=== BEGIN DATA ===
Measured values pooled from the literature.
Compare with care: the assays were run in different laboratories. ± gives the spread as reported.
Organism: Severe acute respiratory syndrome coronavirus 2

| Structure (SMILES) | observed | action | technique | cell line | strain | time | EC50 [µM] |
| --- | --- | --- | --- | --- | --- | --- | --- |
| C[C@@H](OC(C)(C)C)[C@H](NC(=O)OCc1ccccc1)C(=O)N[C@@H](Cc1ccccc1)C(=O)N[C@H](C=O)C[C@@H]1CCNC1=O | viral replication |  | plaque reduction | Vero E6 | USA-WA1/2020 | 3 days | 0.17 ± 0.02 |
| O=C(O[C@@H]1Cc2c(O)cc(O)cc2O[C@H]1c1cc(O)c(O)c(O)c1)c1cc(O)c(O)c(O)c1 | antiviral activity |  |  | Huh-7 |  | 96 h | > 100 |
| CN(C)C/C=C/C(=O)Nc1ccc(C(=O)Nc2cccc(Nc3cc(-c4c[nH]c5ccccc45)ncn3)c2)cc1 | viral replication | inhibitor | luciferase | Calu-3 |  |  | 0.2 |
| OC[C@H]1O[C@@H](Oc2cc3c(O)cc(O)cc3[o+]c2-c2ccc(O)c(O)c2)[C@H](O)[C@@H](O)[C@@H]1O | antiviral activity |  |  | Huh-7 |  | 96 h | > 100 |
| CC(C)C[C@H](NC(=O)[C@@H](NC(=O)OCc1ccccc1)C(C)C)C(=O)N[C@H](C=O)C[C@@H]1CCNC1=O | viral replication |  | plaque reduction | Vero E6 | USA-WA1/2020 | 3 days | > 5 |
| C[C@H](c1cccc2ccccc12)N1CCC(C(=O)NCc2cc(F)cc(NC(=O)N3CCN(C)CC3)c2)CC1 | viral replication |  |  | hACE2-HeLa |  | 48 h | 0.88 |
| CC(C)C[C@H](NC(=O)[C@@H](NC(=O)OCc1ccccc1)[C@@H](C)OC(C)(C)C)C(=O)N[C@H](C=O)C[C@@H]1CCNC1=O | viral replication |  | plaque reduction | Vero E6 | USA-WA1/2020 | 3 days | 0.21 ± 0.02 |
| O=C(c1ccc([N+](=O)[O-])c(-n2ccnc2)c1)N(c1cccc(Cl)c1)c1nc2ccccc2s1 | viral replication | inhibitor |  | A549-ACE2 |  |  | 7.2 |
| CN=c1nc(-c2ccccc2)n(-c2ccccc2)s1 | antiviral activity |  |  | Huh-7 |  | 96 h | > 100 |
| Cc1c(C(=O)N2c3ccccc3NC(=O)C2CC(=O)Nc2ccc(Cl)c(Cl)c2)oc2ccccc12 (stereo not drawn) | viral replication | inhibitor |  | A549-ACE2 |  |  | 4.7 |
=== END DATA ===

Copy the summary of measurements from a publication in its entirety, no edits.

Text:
Measured values pooled from the literature.
Compare with care: the assays were run in different laboratories. ± gives the spread as reported.
Organism: Severe acute respiratory syndrome coronavirus 2

| Structure (SMILES) | observed | action | technique | cell line | strain | time | EC50 [µM] |
| --- | --- | --- | --- | --- | --- | --- | --- |
| C[C@@H](OC(C)(C)C)[C@H](NC(=O)OCc1ccccc1)C(=O)N[C@@H](Cc1ccccc1)C(=O)N[C@H](C=O)C[C@@H]1CCNC1=O | viral replication |  | plaque reduction | Vero E6 | USA-WA1/2020 | 3 days | 0.17 ± 0.02 |
| O=C(O[C@@H]1Cc2c(O)cc(O)cc2O[C@H]1c1cc(O)c(O)c(O)c1)c1cc(O)c(O)c(O)c1 | antiviral activity |  |  | Huh-7 |  | 96 h | > 100 |
| CN(C)C/C=C/C(=O)Nc1ccc(C(=O)Nc2cccc(Nc3cc(-c4c[nH]c5ccccc45)ncn3)c2)cc1 | viral replication | inhibitor | luciferase | Calu-3 |  |  | 0.2 |
| OC[C@H]1O[C@@H](Oc2cc3c(O)cc(O)cc3[o+]c2-c2ccc(O)c(O)c2)[C@H](O)[C@@H](O)[C@@H]1O | antiviral activity |  |  | Huh-7 |  | 96 h | > 100 |
| CC(C)C[C@H](NC(=O)[C@@H](NC(=O)OCc1ccccc1)C(C)C)C(=O)N[C@H](C=O)C[C@@H]1CCNC1=O | viral replication |  | plaque reduction | Vero E6 | USA-WA1/2020 | 3 days | > 5 |
| C[C@H](c1cccc2ccccc12)N1CCC(C(=O)NCc2cc(F)cc(NC(=O)N3CCN(C)CC3)c2)CC1 | viral replication |  |  | hACE2-HeLa |  | 48 h | 0.88 |
| CC(C)C[C@H](NC(=O)[C@@H](NC(=O)OCc1ccccc1)[C@@H](C)OC(C)(C)C)C(=O)N[C@H](C=O)C[C@@H]1CCNC1=O | viral replication |  | plaque reduction | Vero E6 | USA-WA1/2020 | 3 days | 0.21 ± 0.02 |
| O=C(c1ccc([N+](=O)[O-])c(-n2ccnc2)c1)N(c1cccc(Cl)c1)c1nc2ccccc2s1 | viral replication | inhibitor |  | A549-ACE2 |  |  | 7.2 |
| CN=c1nc(-c2ccccc2)n(-c2ccccc2)s1 | antiviral activity |  |  | Huh-7 |  | 96 h | > 100 |
| Cc1c(C(=O)N2c3ccccc3NC(=O)C2CC(=O)Nc2ccc(Cl)c(Cl)c2)oc2ccccc12 (stereo not drawn) | viral replication | inhibitor |  | A549-ACE2 |  |  | 4.7 |